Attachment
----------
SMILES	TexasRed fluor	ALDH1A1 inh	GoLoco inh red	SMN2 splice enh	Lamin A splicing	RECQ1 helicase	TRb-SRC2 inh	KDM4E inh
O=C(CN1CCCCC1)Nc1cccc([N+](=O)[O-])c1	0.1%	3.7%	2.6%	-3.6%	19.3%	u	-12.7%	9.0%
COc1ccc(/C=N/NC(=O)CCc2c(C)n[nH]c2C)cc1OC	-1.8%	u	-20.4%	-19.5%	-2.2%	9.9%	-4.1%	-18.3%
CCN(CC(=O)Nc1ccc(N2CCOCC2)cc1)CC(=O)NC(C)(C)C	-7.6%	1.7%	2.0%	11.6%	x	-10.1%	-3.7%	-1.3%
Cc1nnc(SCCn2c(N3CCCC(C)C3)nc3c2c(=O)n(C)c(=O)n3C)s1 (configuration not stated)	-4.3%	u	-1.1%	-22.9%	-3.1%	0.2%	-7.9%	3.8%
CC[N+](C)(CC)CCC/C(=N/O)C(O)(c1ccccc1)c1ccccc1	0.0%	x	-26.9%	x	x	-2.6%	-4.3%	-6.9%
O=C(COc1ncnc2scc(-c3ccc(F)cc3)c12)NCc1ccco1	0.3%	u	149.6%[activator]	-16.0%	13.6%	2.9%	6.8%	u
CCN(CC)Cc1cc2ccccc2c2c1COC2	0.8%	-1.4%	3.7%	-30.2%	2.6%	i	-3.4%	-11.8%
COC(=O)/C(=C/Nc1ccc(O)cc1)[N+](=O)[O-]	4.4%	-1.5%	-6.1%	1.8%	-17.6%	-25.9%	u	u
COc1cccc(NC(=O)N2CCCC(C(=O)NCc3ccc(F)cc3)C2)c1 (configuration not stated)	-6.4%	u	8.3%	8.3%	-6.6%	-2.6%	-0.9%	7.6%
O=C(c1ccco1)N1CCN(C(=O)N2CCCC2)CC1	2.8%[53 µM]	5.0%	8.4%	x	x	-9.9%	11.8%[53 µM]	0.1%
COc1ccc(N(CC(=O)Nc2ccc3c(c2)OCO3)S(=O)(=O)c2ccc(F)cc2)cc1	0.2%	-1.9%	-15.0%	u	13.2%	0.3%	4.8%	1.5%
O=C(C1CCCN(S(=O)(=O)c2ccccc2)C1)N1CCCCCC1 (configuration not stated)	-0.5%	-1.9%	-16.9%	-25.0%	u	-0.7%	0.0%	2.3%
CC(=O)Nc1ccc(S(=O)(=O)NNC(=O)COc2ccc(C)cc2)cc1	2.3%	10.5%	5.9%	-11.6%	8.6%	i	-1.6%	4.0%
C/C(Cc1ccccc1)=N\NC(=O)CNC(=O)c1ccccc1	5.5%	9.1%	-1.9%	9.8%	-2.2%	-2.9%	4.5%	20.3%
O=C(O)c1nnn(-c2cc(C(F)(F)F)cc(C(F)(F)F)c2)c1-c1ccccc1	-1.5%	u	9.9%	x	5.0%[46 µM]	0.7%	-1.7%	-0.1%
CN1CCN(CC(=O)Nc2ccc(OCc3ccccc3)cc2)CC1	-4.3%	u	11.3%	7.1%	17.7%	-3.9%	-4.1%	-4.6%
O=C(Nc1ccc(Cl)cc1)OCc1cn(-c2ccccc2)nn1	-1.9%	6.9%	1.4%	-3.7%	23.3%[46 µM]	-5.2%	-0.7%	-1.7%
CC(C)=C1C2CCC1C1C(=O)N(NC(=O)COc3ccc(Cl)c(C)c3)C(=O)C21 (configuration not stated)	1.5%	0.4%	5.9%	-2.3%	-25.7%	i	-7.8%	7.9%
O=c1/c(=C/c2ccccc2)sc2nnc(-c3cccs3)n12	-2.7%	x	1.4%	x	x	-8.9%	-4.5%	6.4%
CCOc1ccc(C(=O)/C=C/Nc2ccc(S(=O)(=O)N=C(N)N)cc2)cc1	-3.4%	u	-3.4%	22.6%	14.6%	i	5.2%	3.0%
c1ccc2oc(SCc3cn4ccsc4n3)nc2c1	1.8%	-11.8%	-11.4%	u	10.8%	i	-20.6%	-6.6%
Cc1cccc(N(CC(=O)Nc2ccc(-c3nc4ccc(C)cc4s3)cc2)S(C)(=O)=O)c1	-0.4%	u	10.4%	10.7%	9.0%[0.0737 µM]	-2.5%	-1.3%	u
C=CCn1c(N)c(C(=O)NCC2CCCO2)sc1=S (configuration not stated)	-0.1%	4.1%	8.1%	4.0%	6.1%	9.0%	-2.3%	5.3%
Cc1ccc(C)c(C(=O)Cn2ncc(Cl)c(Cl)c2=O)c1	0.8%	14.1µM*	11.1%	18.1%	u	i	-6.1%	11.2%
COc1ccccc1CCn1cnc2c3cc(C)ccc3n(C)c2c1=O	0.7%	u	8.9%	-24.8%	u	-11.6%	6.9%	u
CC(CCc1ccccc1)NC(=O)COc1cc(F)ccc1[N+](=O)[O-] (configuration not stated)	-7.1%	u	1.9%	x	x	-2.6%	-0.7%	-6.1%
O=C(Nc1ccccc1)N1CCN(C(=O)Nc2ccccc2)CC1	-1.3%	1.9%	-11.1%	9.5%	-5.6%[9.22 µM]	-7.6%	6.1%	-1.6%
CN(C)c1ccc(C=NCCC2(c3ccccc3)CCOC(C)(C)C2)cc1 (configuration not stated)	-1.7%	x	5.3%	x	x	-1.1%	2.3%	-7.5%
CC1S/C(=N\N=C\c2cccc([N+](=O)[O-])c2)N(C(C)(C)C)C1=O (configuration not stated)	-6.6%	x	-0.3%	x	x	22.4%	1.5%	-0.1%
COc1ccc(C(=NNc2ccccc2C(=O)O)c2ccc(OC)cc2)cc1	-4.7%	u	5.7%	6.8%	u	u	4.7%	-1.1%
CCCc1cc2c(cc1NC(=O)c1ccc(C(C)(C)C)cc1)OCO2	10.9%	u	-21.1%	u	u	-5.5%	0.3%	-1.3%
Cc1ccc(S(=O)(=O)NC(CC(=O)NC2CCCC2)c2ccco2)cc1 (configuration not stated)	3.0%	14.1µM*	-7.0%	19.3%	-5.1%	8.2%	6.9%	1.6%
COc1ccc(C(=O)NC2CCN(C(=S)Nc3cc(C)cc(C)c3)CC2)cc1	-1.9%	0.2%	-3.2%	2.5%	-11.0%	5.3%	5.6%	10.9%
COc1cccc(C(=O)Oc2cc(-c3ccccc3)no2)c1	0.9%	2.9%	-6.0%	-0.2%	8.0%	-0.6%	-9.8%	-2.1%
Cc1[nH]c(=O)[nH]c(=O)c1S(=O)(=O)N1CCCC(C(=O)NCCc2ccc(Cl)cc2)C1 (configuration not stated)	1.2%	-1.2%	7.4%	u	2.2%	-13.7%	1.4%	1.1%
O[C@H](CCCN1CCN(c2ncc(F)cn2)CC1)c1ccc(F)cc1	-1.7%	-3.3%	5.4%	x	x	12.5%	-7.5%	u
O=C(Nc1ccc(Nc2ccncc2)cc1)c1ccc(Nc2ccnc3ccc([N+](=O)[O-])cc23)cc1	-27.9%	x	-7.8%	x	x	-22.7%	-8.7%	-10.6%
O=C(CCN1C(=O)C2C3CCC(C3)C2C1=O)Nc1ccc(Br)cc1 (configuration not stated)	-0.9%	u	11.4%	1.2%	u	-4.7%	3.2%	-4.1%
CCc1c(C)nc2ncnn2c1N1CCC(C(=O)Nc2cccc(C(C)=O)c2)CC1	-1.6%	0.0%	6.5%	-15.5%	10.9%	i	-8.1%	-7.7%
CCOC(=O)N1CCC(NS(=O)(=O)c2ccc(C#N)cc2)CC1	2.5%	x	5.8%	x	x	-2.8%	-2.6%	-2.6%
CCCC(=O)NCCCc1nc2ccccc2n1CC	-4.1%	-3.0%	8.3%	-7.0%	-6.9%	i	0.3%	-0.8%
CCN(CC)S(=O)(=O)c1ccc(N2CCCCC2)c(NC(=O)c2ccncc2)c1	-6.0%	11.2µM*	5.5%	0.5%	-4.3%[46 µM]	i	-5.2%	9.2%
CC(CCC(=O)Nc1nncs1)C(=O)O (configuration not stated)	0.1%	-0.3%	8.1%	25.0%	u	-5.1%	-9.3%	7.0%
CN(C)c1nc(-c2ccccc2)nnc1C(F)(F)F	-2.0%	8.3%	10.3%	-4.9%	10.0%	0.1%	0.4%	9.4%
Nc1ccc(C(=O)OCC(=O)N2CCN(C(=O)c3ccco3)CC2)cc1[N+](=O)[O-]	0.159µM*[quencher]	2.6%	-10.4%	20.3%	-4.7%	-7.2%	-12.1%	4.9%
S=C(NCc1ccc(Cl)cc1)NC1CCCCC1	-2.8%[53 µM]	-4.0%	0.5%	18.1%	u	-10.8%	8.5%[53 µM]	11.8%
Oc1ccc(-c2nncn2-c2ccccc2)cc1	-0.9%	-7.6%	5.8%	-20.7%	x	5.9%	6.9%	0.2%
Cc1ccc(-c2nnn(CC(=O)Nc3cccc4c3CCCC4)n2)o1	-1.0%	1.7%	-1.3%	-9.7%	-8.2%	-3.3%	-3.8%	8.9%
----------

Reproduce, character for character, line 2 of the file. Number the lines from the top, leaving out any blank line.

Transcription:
O=C(CN1CCCCC1)Nc1cccc([N+](=O)[O-])c1	0.1%	3.7%	2.6%	-3.6%	19.3%	u	-12.7%	9.0%